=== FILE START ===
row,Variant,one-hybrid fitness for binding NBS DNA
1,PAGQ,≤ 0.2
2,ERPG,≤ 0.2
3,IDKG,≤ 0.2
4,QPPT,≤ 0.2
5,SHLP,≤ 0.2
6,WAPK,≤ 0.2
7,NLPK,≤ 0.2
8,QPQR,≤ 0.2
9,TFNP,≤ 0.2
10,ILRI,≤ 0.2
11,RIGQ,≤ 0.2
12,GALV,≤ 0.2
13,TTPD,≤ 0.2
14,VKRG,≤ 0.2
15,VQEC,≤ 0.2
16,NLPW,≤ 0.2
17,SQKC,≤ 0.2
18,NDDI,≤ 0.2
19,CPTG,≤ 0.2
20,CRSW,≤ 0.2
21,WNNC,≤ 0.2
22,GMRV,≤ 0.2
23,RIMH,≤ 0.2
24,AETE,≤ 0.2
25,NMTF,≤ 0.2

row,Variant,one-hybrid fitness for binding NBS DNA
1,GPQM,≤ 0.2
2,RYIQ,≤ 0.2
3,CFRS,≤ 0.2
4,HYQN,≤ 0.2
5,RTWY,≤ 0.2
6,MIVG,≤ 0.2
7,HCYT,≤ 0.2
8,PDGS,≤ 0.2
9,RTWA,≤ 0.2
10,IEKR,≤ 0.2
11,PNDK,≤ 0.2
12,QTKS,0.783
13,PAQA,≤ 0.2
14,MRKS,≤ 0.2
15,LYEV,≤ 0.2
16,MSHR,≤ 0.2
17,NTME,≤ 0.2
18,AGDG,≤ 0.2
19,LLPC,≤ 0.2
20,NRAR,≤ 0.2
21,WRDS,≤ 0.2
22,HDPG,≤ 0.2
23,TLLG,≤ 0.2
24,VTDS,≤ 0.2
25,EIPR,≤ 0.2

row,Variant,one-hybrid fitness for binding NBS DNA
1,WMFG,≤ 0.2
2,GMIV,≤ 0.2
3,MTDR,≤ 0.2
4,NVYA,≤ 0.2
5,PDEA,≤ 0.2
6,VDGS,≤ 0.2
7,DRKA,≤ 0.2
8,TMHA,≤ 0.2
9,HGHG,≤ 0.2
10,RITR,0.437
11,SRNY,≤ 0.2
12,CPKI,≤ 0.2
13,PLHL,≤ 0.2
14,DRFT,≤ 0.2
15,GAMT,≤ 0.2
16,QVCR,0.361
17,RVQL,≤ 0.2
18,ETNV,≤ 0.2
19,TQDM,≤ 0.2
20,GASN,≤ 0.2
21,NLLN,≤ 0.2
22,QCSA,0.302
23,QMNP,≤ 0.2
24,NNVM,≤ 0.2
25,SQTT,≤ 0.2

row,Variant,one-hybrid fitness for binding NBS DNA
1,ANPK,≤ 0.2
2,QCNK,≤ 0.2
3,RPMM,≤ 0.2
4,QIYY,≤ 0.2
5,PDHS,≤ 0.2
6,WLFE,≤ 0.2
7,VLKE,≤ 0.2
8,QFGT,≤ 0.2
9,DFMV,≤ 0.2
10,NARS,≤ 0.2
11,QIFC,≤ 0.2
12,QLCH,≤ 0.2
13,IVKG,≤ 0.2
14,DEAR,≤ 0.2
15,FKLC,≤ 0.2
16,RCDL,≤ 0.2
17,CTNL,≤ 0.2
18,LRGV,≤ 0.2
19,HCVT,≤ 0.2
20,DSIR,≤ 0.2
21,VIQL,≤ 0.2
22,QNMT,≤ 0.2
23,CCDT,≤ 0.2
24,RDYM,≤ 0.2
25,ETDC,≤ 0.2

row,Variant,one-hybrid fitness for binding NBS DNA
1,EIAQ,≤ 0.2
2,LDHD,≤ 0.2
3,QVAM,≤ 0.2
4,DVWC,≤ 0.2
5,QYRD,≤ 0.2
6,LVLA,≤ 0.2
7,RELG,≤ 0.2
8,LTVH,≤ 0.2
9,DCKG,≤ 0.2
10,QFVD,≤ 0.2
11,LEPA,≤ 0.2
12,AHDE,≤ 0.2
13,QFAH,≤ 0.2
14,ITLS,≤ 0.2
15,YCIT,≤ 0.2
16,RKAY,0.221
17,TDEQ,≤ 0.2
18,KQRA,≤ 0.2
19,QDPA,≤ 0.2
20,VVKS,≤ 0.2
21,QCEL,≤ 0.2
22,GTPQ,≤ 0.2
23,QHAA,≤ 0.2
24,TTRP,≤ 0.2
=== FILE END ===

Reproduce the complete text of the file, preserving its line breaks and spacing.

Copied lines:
row,Variant,one-hybrid fitness for binding NBS DNA
1,PAGQ,≤ 0.2
2,ERPG,≤ 0.2
3,IDKG,≤ 0.2
4,QPPT,≤ 0.2
5,SHLP,≤ 0.2
6,WAPK,≤ 0.2
7,NLPK,≤ 0.2
8,QPQR,≤ 0.2
9,TFNP,≤ 0.2
10,ILRI,≤ 0.2
11,RIGQ,≤ 0.2
12,GALV,≤ 0.2
13,TTPD,≤ 0.2
14,VKRG,≤ 0.2
15,VQEC,≤ 0.2
16,NLPW,≤ 0.2
17,SQKC,≤ 0.2
18,NDDI,≤ 0.2
19,CPTG,≤ 0.2
20,CRSW,≤ 0.2
21,WNNC,≤ 0.2
22,GMRV,≤ 0.2
23,RIMH,≤ 0.2
24,AETE,≤ 0.2
25,NMTF,≤ 0.2

row,Variant,one-hybrid fitness for binding NBS DNA
1,GPQM,≤ 0.2
2,RYIQ,≤ 0.2
3,CFRS,≤ 0.2
4,HYQN,≤ 0.2
5,RTWY,≤ 0.2
6,MIVG,≤ 0.2
7,HCYT,≤ 0.2
8,PDGS,≤ 0.2
9,RTWA,≤ 0.2
10,IEKR,≤ 0.2
11,PNDK,≤ 0.2
12,QTKS,0.783
13,PAQA,≤ 0.2
14,MRKS,≤ 0.2
15,LYEV,≤ 0.2
16,MSHR,≤ 0.2
17,NTME,≤ 0.2
18,AGDG,≤ 0.2
19,LLPC,≤ 0.2
20,NRAR,≤ 0.2
21,WRDS,≤ 0.2
22,HDPG,≤ 0.2
23,TLLG,≤ 0.2
24,VTDS,≤ 0.2
25,EIPR,≤ 0.2

row,Variant,one-hybrid fitness for binding NBS DNA
1,WMFG,≤ 0.2
2,GMIV,≤ 0.2
3,MTDR,≤ 0.2
4,NVYA,≤ 0.2
5,PDEA,≤ 0.2
6,VDGS,≤ 0.2
7,DRKA,≤ 0.2
8,TMHA,≤ 0.2
9,HGHG,≤ 0.2
10,RITR,0.437
11,SRNY,≤ 0.2
12,CPKI,≤ 0.2
13,PLHL,≤ 0.2
14,DRFT,≤ 0.2
15,GAMT,≤ 0.2
16,QVCR,0.361
17,RVQL,≤ 0.2
18,ETNV,≤ 0.2
19,TQDM,≤ 0.2
20,GASN,≤ 0.2
21,NLLN,≤ 0.2
22,QCSA,0.302
23,QMNP,≤ 0.2
24,NNVM,≤ 0.2
25,SQTT,≤ 0.2

row,Variant,one-hybrid fitness for binding NBS DNA
1,ANPK,≤ 0.2
2,QCNK,≤ 0.2
3,RPMM,≤ 0.2
4,QIYY,≤ 0.2
5,PDHS,≤ 0.2
6,WLFE,≤ 0.2
7,VLKE,≤ 0.2
8,QFGT,≤ 0.2
9,DFMV,≤ 0.2
10,NARS,≤ 0.2
11,QIFC,≤ 0.2
12,QLCH,≤ 0.2
13,IVKG,≤ 0.2
14,DEAR,≤ 0.2
15,FKLC,≤ 0.2
16,RCDL,≤ 0.2
17,CTNL,≤ 0.2
18,LRGV,≤ 0.2
19,HCVT,≤ 0.2
20,DSIR,≤ 0.2
21,VIQL,≤ 0.2
22,QNMT,≤ 0.2
23,CCDT,≤ 0.2
24,RDYM,≤ 0.2
25,ETDC,≤ 0.2

row,Variant,one-hybrid fitness for binding NBS DNA
1,EIAQ,≤ 0.2
2,LDHD,≤ 0.2
3,QVAM,≤ 0.2
4,DVWC,≤ 0.2
5,QYRD,≤ 0.2
6,LVLA,≤ 0.2
7,RELG,≤ 0.2
8,LTVH,≤ 0.2
9,DCKG,≤ 0.2
10,QFVD,≤ 0.2
11,LEPA,≤ 0.2
12,AHDE,≤ 0.2
13,QFAH,≤ 0.2
14,ITLS,≤ 0.2
15,YCIT,≤ 0.2
16,RKAY,0.221
17,TDEQ,≤ 0.2
18,KQRA,≤ 0.2
19,QDPA,≤ 0.2
20,VVKS,≤ 0.2
21,QCEL,≤ 0.2
22,GTPQ,≤ 0.2
23,QHAA,≤ 0.2
24,TTRP,≤ 0.2